Among benefits for employees, in 1889 Jeffrey opened an on-site infirmary to deal with industrial accidents. Later it provided employees with a store, cafeteria, and a building & loan associating to help employees buy homes. The last president, Robert H. Jeffery, in an address given to the Columbus Historical Society in 2002, said of the company his great-grandfather founded: “I suppose this was paternalism, but it was paternalism at its best.”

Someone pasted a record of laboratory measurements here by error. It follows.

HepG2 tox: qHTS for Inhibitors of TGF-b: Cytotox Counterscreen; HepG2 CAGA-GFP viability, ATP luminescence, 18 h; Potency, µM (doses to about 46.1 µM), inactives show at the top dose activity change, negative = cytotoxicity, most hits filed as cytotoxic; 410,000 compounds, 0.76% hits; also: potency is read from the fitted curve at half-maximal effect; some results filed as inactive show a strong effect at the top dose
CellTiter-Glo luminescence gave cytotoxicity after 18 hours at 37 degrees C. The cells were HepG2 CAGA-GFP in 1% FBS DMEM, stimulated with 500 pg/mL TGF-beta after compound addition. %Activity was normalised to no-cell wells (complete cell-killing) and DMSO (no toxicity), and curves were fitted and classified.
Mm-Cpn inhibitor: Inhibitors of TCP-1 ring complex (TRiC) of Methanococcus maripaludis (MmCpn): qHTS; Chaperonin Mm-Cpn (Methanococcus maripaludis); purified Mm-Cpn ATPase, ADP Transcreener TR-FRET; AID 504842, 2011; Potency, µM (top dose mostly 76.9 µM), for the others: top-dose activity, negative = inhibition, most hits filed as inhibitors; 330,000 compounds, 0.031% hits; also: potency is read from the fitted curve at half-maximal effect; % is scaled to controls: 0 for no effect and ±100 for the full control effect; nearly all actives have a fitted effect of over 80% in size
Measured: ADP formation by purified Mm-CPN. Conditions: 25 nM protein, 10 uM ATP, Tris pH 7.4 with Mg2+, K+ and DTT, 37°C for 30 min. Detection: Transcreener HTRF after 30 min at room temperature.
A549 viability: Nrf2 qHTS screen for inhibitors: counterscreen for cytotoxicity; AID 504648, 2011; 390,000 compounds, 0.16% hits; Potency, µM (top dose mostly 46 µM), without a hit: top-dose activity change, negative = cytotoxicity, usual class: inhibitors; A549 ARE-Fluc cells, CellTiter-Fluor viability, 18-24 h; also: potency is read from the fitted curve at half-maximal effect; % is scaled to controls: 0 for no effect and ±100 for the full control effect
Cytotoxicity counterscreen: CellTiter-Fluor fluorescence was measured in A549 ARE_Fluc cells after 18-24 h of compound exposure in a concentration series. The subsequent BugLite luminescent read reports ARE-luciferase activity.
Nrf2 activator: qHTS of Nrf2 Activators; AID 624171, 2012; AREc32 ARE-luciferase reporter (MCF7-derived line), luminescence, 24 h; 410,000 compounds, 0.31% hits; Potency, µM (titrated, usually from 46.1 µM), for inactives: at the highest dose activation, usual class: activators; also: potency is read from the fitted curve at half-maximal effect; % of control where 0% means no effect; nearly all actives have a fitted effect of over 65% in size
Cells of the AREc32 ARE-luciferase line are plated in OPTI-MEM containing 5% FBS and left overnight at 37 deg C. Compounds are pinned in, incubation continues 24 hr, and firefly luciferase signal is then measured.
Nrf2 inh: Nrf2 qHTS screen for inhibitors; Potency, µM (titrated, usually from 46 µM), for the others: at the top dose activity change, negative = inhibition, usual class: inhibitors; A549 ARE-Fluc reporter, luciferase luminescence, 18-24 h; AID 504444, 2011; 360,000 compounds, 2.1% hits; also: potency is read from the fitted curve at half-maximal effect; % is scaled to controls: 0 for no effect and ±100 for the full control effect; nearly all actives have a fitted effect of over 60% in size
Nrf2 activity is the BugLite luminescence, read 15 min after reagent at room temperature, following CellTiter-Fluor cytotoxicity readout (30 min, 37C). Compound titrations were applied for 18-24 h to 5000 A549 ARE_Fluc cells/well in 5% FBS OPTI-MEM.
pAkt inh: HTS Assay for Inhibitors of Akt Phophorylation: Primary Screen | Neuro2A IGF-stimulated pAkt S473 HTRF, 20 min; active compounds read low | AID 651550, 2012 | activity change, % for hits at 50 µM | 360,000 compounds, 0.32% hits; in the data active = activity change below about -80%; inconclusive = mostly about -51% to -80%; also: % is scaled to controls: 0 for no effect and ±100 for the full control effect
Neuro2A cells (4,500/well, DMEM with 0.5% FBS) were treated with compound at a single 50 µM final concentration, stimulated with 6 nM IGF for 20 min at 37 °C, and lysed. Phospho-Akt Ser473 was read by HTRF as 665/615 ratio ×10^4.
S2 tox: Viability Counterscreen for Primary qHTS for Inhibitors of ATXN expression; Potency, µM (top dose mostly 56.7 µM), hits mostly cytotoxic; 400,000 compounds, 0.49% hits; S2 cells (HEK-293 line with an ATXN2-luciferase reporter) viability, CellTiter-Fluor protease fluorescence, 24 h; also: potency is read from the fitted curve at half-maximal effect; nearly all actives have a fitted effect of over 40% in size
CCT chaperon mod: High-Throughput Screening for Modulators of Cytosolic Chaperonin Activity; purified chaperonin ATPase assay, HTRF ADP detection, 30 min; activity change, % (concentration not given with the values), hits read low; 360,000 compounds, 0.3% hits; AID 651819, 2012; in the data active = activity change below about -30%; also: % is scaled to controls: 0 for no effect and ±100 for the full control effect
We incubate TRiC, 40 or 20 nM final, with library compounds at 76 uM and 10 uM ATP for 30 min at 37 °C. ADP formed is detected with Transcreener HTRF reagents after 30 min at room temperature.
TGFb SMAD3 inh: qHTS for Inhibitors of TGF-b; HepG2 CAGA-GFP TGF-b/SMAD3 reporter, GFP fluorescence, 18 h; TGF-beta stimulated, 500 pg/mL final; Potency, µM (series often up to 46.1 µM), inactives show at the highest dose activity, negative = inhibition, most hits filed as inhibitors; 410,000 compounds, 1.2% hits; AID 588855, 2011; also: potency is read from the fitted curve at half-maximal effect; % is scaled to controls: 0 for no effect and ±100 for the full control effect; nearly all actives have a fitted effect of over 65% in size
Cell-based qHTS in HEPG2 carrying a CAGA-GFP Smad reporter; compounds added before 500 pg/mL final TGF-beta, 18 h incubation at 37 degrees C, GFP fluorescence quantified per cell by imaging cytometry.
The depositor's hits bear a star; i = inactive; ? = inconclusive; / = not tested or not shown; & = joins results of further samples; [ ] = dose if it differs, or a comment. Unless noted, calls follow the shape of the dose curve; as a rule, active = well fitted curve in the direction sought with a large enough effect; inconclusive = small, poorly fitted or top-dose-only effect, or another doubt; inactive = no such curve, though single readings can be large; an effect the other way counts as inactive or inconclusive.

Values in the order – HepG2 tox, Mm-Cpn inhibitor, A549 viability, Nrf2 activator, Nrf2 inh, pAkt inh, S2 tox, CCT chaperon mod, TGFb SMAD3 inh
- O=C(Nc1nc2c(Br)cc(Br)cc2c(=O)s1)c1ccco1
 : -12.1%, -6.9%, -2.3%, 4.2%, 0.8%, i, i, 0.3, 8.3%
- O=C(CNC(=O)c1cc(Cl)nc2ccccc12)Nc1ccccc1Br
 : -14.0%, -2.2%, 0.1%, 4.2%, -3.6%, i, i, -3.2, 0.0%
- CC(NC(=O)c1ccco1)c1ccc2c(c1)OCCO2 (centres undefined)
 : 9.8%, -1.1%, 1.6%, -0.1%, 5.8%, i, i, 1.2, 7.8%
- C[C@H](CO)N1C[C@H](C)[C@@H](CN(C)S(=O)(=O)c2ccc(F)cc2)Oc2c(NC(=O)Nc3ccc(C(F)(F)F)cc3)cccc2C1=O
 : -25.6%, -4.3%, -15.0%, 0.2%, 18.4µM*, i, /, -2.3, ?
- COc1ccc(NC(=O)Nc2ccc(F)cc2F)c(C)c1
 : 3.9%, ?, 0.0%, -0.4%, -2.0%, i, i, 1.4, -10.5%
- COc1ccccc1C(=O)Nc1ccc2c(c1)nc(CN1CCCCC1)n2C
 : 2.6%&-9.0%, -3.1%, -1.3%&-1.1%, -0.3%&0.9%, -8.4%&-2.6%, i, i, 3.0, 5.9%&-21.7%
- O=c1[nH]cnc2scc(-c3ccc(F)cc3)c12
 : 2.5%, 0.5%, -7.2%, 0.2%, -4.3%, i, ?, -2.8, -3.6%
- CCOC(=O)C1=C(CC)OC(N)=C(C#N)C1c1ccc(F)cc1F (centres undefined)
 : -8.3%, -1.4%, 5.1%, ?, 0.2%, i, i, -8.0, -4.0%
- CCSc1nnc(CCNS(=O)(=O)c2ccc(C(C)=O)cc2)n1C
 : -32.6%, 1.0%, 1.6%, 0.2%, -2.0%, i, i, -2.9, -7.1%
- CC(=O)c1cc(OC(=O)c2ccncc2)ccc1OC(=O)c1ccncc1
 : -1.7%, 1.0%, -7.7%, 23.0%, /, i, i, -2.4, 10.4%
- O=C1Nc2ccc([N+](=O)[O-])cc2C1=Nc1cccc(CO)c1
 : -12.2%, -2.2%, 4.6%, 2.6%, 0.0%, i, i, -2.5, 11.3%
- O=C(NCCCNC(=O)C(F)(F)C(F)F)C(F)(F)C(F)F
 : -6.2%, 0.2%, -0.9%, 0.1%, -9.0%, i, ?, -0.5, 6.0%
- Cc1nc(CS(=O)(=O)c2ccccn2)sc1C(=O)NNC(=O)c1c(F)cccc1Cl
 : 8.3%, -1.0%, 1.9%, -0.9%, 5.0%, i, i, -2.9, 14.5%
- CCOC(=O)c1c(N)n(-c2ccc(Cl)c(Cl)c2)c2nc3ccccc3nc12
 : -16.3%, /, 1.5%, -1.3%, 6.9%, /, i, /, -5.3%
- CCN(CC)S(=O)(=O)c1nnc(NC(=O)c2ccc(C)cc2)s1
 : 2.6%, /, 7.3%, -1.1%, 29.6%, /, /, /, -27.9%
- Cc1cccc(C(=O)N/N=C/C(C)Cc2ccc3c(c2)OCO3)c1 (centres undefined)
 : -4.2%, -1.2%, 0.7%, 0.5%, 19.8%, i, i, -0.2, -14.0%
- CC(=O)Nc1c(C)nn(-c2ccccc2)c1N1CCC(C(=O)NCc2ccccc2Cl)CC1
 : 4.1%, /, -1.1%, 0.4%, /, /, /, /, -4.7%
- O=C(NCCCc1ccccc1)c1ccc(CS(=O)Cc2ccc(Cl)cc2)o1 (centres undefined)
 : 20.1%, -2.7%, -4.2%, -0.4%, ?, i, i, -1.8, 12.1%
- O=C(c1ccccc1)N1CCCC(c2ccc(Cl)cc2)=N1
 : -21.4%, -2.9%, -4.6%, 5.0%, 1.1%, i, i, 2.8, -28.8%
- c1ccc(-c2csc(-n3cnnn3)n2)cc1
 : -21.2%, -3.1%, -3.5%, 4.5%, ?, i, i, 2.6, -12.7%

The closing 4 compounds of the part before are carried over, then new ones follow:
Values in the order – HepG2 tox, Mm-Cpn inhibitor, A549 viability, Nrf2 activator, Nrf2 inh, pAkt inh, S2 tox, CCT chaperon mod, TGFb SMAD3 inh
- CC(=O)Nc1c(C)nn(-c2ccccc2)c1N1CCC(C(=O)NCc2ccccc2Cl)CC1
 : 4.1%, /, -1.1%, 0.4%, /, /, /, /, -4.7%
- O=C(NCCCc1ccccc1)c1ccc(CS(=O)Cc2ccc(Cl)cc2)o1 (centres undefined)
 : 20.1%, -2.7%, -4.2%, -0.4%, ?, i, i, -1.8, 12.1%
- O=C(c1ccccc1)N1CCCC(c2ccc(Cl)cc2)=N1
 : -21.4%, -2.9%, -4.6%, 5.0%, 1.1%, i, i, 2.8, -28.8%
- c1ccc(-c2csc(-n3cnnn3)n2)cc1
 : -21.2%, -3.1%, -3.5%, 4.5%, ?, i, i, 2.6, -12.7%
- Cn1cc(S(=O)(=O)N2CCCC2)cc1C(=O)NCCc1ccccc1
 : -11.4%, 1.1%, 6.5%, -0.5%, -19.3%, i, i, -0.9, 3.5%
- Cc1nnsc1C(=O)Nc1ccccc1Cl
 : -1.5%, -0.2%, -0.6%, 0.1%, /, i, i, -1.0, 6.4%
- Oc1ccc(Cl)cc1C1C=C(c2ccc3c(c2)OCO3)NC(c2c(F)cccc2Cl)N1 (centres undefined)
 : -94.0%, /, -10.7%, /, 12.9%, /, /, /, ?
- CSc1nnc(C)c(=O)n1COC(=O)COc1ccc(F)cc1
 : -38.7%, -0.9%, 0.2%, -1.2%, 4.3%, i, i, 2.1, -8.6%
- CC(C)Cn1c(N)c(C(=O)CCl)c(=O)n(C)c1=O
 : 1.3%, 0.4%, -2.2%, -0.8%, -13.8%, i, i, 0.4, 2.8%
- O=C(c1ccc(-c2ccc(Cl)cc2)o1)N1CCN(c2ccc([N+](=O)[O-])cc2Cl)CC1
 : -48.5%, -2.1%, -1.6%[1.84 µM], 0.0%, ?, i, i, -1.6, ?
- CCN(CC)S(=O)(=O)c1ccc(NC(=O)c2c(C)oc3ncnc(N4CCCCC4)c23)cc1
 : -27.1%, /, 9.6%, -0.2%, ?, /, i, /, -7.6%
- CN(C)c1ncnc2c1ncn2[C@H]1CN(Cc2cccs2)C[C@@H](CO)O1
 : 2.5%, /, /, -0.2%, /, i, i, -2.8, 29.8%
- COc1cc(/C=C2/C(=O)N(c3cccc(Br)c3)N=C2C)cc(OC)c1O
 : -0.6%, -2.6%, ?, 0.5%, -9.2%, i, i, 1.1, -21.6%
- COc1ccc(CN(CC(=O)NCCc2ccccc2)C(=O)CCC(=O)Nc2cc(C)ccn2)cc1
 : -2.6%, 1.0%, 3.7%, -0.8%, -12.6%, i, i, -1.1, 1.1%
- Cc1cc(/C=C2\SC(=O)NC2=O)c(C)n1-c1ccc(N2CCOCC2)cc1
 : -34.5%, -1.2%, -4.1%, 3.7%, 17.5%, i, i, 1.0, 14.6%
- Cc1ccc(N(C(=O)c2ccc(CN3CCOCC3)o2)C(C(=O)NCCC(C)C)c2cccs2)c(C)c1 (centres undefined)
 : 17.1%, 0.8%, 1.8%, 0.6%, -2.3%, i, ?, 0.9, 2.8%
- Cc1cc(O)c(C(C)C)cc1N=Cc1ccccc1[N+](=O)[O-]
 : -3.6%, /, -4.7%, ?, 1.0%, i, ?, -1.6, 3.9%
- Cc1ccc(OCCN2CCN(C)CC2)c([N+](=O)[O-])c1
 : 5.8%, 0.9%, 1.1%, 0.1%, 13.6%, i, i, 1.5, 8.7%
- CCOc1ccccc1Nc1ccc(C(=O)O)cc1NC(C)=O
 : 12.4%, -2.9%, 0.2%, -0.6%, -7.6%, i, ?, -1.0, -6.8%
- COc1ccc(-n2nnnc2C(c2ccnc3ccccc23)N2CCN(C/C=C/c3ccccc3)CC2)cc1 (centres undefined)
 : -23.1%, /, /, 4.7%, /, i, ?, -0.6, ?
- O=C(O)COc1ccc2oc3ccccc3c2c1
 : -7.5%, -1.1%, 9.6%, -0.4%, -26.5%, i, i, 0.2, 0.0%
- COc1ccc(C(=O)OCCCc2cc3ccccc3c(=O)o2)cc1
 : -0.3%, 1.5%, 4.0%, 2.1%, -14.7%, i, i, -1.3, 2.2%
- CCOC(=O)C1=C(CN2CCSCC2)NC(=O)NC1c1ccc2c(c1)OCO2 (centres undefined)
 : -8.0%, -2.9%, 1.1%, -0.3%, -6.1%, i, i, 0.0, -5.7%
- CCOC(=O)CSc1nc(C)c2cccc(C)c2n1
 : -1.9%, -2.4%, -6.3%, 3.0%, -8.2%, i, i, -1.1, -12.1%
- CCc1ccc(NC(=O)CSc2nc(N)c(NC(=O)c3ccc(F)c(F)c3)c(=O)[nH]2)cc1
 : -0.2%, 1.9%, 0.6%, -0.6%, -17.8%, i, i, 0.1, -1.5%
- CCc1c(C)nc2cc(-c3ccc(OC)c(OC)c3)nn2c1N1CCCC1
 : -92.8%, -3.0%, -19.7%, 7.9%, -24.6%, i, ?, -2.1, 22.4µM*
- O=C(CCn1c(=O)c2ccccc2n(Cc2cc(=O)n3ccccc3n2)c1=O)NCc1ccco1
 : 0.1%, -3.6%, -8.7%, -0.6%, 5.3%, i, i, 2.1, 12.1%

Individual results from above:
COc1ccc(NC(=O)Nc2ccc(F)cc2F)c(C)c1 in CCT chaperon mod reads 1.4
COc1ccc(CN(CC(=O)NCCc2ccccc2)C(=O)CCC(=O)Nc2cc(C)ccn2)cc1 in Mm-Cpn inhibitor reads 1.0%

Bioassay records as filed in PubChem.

Jeffery continued to experience success and growth in the 1930s and 40s but lost ground when it failed to switch its mining equipment from the rail-transportation method fast becoming obsolete. A Pittsburgh competitor founded by a former Jeffrey employee cut into their business by developing mining equipment that moved on treads or tires, eliminating the need to lay tracks in every mine tunnel. In the 60s, Jeffrey experienced a renewed level of success with the introduction of a machine called the Jeffrey Heliminer. These 50-ton monsters sold well because they could chew ten tons of coal per minute and were also effective in non-coal mining operations. But by this time, the bulk of the business, now called Jeffrey-Galion, was no longer in mining equipment manufacturing, but rather in the diverse products of three worldwide manufacturing groups that had been acquired over the years. In 1974 the Jeffery family decided to sell out to Dresser Industries, and the Jeffery Company became a manager of stocks and bonds purchased with the proceeds.